Ever Heard of Haint Blue? Here’s What to Know About the Southern Shade

It has a spooky-cool backstory, too.

Ever Heard of Haint Blue? Here’s What to Know About the Southern Shade
Look up at the ceiling on a historic Southern home’s covered porch, and you’re likely to find a coat of light blue paint that’s as endless and joyful as the sky. Though not an exact shade, this color is broadly referred to as haint blue—a pale blue-green blend that brings a sense of optimism to the porch ceilings and trim of Southern homes.

Aside from being aesthetically pleasing, the shade also happens to have a pretty fascinating—and a little bit spooky!—backstory that originated in the coastal Lowcountry region of Georgia and the Carolinas. We’ll walk you through the history of haint blue and share how you too can bring the southern tradition to your home—wherever you may live.

The history of haint blue

The tradition of painting a pale blue-green shade on porch ceilings and other outdoor areas of the home began with the Gullah Geechee, who live in the southern Lowcountry region and are descendents of central and West African enslaved people.

According to Gullah lore, evil spirits, also known as “haints,” fear and aren’t able to cross over water. Bringing a splash of water-inspired light blue to the exterior of homes is said to confuse the spirits, discouraging them from entering the threshold and therefore protecting those inside.

It’s a move that’s become a classic part of southern architecture, a staple of historic homes in cities like Savannah and Charleston, and even in New England, too.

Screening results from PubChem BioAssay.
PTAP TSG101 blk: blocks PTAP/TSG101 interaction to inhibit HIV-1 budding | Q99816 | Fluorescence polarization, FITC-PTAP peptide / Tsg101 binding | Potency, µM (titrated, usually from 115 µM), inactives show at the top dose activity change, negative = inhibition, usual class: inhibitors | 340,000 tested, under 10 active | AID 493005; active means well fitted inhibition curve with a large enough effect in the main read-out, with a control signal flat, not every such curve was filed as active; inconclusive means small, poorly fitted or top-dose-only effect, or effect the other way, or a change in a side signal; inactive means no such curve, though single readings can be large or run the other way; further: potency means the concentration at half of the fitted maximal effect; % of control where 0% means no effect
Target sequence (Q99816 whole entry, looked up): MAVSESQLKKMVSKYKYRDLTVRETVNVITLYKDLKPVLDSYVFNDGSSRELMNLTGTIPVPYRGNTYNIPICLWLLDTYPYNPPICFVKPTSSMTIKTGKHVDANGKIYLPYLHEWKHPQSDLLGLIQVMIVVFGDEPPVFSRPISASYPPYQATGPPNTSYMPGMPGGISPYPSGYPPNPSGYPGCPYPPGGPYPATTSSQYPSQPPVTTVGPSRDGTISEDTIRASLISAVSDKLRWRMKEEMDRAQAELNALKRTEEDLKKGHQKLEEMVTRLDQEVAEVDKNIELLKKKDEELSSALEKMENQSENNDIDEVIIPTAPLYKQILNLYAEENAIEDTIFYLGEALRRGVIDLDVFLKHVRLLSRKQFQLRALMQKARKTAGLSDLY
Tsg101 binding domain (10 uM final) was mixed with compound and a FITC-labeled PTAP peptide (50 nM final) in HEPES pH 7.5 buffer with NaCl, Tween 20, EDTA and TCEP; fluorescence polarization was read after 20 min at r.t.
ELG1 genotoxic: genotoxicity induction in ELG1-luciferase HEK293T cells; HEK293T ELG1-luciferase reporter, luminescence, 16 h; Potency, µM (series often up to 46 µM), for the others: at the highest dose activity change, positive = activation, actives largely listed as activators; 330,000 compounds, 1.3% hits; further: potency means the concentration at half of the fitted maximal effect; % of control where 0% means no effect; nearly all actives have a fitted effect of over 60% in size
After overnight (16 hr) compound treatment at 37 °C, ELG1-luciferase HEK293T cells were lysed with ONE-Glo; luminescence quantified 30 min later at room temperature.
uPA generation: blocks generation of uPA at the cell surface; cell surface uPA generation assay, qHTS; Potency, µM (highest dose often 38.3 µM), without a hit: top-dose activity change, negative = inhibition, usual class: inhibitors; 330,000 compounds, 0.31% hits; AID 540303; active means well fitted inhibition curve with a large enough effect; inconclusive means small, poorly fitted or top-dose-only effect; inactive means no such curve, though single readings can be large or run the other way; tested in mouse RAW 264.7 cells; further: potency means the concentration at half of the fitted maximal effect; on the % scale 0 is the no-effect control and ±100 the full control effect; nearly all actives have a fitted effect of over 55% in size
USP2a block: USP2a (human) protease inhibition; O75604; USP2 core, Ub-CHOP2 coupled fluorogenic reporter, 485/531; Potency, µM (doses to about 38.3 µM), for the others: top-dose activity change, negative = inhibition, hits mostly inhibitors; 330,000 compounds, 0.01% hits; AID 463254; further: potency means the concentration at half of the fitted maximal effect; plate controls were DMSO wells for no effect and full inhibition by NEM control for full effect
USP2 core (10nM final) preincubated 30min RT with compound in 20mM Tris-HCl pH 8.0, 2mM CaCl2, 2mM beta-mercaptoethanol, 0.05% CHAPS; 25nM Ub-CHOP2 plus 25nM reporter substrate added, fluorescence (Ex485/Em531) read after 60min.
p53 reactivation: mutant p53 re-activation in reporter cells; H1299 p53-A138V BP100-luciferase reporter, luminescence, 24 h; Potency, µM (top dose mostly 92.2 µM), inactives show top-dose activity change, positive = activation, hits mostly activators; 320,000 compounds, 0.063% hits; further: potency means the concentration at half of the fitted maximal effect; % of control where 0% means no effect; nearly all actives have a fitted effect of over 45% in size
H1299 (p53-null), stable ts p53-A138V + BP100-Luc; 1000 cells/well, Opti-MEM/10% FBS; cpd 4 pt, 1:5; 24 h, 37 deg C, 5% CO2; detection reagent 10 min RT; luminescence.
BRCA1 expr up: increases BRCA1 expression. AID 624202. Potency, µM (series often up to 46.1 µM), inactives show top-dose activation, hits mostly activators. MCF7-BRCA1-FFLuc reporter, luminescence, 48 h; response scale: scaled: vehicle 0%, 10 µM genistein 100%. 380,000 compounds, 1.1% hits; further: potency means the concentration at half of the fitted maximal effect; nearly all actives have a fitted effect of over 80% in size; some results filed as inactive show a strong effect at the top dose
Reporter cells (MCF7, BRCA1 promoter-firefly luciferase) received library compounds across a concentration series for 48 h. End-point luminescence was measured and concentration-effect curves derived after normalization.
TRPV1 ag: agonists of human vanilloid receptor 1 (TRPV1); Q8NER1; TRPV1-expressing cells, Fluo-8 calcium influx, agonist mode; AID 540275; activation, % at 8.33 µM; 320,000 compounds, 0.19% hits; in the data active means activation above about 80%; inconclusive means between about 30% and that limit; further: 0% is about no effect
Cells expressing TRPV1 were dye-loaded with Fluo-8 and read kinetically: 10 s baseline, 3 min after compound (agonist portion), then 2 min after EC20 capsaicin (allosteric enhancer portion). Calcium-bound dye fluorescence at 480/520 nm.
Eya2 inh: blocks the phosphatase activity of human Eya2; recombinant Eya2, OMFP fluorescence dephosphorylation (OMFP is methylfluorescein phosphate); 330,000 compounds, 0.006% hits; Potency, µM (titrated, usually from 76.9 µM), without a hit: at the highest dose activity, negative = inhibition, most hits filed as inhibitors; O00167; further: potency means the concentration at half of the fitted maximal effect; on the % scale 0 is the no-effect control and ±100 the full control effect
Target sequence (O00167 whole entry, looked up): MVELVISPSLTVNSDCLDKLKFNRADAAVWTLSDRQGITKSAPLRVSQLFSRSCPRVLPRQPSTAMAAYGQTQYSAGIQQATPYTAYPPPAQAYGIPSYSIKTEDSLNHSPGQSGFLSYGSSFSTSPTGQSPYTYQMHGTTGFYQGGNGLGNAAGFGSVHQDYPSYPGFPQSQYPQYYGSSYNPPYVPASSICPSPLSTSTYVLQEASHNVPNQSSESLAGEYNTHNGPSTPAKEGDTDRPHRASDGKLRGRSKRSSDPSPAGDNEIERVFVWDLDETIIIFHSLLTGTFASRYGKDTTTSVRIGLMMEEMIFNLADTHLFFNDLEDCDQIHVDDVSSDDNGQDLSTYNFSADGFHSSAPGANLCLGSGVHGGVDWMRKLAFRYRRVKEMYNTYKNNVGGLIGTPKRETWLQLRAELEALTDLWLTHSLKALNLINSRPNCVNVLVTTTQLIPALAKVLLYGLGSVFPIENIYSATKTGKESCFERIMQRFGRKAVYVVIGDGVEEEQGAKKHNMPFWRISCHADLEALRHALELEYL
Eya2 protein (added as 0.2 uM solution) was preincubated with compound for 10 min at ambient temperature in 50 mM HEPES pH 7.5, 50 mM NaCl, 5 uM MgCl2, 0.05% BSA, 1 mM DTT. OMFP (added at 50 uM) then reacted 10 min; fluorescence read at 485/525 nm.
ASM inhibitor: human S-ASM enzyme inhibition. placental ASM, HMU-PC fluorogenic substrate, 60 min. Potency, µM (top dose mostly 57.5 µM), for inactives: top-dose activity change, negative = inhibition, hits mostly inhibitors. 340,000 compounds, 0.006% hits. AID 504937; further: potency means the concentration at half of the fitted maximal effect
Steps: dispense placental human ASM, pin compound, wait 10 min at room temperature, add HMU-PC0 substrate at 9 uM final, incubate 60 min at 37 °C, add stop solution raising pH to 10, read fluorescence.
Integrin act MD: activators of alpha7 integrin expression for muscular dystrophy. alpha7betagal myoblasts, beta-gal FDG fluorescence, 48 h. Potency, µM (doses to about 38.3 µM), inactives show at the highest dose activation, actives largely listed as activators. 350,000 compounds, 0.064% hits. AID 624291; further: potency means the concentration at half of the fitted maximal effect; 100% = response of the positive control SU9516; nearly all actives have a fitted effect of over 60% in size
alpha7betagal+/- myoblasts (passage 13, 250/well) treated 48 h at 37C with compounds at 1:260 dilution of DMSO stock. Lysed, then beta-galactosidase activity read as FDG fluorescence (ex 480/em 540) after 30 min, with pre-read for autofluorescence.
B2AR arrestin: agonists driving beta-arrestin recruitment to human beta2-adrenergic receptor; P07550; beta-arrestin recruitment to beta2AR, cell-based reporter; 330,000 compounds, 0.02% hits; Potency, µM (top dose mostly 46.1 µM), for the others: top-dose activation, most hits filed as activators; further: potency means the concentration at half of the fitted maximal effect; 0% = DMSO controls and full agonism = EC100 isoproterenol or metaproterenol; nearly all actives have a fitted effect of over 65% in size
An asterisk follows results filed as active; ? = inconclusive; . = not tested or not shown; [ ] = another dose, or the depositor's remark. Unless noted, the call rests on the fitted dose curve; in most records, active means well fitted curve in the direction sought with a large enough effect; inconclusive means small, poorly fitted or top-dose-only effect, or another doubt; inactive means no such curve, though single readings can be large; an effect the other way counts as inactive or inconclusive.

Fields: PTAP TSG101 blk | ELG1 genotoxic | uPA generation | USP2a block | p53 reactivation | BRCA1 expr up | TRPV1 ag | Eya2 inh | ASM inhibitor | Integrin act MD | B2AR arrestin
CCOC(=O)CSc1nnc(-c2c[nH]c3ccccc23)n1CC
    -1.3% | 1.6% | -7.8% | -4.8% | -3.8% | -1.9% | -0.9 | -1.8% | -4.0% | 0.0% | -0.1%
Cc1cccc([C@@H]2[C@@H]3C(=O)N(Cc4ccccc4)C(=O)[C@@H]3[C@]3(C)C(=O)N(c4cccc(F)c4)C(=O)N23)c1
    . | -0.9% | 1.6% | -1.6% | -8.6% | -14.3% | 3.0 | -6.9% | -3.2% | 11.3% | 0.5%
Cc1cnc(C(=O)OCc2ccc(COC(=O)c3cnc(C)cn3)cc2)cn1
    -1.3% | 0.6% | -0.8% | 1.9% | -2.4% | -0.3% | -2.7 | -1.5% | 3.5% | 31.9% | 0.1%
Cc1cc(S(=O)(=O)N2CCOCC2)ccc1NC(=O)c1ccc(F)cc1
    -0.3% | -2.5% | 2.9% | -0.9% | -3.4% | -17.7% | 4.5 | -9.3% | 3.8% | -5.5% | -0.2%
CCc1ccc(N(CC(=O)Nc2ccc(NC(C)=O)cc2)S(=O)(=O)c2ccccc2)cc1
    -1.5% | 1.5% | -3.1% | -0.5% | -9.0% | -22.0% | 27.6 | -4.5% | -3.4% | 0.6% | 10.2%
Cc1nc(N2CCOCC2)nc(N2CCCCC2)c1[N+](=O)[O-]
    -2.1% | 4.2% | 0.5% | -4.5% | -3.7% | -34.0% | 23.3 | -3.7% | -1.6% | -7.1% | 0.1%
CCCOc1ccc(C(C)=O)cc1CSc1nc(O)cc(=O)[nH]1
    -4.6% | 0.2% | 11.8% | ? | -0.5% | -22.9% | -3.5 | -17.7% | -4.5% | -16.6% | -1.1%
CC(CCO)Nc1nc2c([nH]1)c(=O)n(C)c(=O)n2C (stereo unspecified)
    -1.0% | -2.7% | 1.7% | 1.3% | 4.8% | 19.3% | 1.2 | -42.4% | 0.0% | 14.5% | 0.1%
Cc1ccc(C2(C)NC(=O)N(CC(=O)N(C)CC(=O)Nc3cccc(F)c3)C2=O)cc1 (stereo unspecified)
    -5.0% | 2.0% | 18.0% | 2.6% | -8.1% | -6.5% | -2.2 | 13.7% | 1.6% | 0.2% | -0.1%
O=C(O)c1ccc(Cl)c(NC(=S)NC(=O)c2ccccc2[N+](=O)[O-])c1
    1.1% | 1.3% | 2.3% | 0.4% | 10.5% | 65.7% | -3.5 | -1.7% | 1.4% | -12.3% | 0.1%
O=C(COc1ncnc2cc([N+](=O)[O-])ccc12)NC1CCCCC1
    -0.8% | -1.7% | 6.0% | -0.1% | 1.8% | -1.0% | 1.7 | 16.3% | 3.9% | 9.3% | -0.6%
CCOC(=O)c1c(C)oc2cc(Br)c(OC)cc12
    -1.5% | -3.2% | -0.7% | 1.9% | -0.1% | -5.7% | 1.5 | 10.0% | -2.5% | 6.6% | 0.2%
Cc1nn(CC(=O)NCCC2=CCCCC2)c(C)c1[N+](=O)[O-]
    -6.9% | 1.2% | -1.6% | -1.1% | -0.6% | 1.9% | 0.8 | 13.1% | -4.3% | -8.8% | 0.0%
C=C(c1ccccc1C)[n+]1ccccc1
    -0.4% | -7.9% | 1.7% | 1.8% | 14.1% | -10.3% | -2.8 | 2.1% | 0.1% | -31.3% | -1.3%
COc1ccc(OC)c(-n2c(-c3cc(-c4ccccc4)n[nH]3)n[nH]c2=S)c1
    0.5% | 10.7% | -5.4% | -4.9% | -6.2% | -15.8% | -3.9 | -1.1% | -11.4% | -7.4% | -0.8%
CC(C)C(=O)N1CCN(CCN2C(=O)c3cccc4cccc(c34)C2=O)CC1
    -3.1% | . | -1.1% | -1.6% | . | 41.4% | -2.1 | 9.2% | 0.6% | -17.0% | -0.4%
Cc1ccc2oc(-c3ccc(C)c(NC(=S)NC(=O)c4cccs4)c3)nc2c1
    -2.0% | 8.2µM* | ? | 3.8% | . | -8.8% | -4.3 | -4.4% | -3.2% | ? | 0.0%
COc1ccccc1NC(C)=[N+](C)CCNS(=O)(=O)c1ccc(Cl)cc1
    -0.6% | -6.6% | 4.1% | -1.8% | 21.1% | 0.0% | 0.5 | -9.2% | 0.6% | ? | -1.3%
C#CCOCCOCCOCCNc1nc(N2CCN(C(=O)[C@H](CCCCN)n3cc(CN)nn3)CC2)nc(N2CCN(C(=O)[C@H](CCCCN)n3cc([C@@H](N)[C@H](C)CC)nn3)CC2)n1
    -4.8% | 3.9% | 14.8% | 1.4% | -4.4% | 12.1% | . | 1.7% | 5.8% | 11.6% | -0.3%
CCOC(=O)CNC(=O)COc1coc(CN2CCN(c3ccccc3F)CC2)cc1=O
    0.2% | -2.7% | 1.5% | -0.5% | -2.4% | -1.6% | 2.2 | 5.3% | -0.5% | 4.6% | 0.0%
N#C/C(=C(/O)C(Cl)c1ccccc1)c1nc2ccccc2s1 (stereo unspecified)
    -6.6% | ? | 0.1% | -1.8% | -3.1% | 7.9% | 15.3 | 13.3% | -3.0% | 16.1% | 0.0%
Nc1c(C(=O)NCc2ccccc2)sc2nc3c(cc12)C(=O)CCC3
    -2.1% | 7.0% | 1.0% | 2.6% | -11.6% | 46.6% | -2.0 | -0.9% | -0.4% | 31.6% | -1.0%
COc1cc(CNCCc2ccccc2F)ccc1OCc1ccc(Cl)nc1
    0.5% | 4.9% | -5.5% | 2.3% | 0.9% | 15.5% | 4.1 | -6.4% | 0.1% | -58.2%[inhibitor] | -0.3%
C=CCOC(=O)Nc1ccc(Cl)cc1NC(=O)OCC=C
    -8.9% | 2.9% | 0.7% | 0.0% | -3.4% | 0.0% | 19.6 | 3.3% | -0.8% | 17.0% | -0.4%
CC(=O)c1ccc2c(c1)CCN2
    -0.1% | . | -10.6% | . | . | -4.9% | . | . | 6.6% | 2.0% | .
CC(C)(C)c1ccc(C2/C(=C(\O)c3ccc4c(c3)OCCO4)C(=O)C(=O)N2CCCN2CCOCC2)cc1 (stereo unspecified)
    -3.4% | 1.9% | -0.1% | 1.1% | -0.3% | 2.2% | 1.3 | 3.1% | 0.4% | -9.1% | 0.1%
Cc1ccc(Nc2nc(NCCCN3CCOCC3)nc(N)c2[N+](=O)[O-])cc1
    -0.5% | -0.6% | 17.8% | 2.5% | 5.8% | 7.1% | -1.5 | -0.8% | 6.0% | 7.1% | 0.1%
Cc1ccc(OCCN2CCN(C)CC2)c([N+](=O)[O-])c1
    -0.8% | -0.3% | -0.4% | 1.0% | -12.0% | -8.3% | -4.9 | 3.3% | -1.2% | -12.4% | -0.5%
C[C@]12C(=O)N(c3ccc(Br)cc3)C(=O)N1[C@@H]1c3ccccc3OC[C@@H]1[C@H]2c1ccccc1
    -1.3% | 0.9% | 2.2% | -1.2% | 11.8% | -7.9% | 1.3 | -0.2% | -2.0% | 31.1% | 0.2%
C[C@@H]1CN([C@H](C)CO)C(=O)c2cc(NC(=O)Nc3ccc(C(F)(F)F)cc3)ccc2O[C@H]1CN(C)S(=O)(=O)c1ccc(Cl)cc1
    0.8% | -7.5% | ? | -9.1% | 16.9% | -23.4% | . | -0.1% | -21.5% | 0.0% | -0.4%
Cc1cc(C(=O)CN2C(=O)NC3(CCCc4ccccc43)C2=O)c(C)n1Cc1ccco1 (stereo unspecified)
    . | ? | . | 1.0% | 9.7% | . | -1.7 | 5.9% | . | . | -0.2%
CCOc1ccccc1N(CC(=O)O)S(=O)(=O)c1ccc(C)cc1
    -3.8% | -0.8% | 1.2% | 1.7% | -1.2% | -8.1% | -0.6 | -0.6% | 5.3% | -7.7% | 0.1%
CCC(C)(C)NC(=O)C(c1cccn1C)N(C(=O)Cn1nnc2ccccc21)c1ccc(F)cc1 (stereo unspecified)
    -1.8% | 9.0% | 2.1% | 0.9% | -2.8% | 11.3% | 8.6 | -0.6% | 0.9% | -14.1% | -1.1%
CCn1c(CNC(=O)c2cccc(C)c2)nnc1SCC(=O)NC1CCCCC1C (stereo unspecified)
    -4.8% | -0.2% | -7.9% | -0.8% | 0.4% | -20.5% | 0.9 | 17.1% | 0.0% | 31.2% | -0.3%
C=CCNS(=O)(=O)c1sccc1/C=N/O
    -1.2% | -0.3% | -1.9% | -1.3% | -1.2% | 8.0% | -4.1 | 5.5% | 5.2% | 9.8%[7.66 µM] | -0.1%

How to use haint blue at home

Incorporating haint blue on your porch ceiling (or anywhere else!) is an easy and inexpensive way to bring that happy, blue sky-inspired disposition to your space. Your room will immediately feel more expansive—painted ceilings draw the eyes up and make spaces feel taller. Plus, it’s a way to expand the beauty and hue of the sky while still sitting in the refuge of the cool shade.

Aside from covered porch ceilings, we love the idea of using it on exterior trim, flower boxes, or shutters for a splash of fresh colors. You can also bring it inside to interior ceilings, or use it to spruce up an old piece of furniture that needs new life.

And since haint blue isn’t an *official* color, any of our light blues—whichever shade suits your fancy and aligns with your style—would fit the bill. Flow State and Headspace are the lightest of our options, if you’re looking to be on the more subtle side of the trend. Frozen and Nairobi Blue are on the icier, cooler end of the spectrum, offering a fresh take that resembles the bright blue sky. Views is a tranquil blue with just a touch of green, while Summer Friday offers a more saturated, medium-blue take for a bolder look.

No matter which shade of haint blue you land on—or where you bring it to your home—it’s a beautiful way to incorporate southern tradition and style into your space.


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